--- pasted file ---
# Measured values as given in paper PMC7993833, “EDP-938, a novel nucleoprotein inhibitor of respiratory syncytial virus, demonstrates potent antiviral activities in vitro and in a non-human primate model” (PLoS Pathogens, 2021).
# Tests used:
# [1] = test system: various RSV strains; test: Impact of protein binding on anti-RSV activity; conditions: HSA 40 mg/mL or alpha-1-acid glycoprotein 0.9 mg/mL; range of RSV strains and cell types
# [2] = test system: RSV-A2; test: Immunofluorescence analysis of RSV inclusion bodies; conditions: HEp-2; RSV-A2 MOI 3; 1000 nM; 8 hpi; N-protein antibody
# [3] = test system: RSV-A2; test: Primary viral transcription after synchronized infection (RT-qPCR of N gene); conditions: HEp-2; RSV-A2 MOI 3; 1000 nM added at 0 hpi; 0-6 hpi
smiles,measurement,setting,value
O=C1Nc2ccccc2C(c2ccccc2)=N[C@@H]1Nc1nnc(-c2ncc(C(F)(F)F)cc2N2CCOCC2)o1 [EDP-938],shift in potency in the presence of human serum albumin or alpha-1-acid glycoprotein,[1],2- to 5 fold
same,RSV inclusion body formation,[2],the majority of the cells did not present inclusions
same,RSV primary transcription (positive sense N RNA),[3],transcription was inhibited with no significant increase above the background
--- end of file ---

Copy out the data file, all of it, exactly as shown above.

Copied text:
# Measured values as given in paper PMC7993833, “EDP-938, a novel nucleoprotein inhibitor of respiratory syncytial virus, demonstrates potent antiviral activities in vitro and in a non-human primate model” (PLoS Pathogens, 2021).
# Tests used:
# [1] = test system: various RSV strains; test: Impact of protein binding on anti-RSV activity; conditions: HSA 40 mg/mL or alpha-1-acid glycoprotein 0.9 mg/mL; range of RSV strains and cell types
# [2] = test system: RSV-A2; test: Immunofluorescence analysis of RSV inclusion bodies; conditions: HEp-2; RSV-A2 MOI 3; 1000 nM; 8 hpi; N-protein antibody
# [3] = test system: RSV-A2; test: Primary viral transcription after synchronized infection (RT-qPCR of N gene); conditions: HEp-2; RSV-A2 MOI 3; 1000 nM added at 0 hpi; 0-6 hpi
smiles,measurement,setting,value
O=C1Nc2ccccc2C(c2ccccc2)=N[C@@H]1Nc1nnc(-c2ncc(C(F)(F)F)cc2N2CCOCC2)o1 [EDP-938],shift in potency in the presence of human serum albumin or alpha-1-acid glycoprotein,[1],2- to 5 fold
same,RSV inclusion body formation,[2],the majority of the cells did not present inclusions
same,RSV primary transcription (positive sense N RNA),[3],transcription was inhibited with no significant increase above the background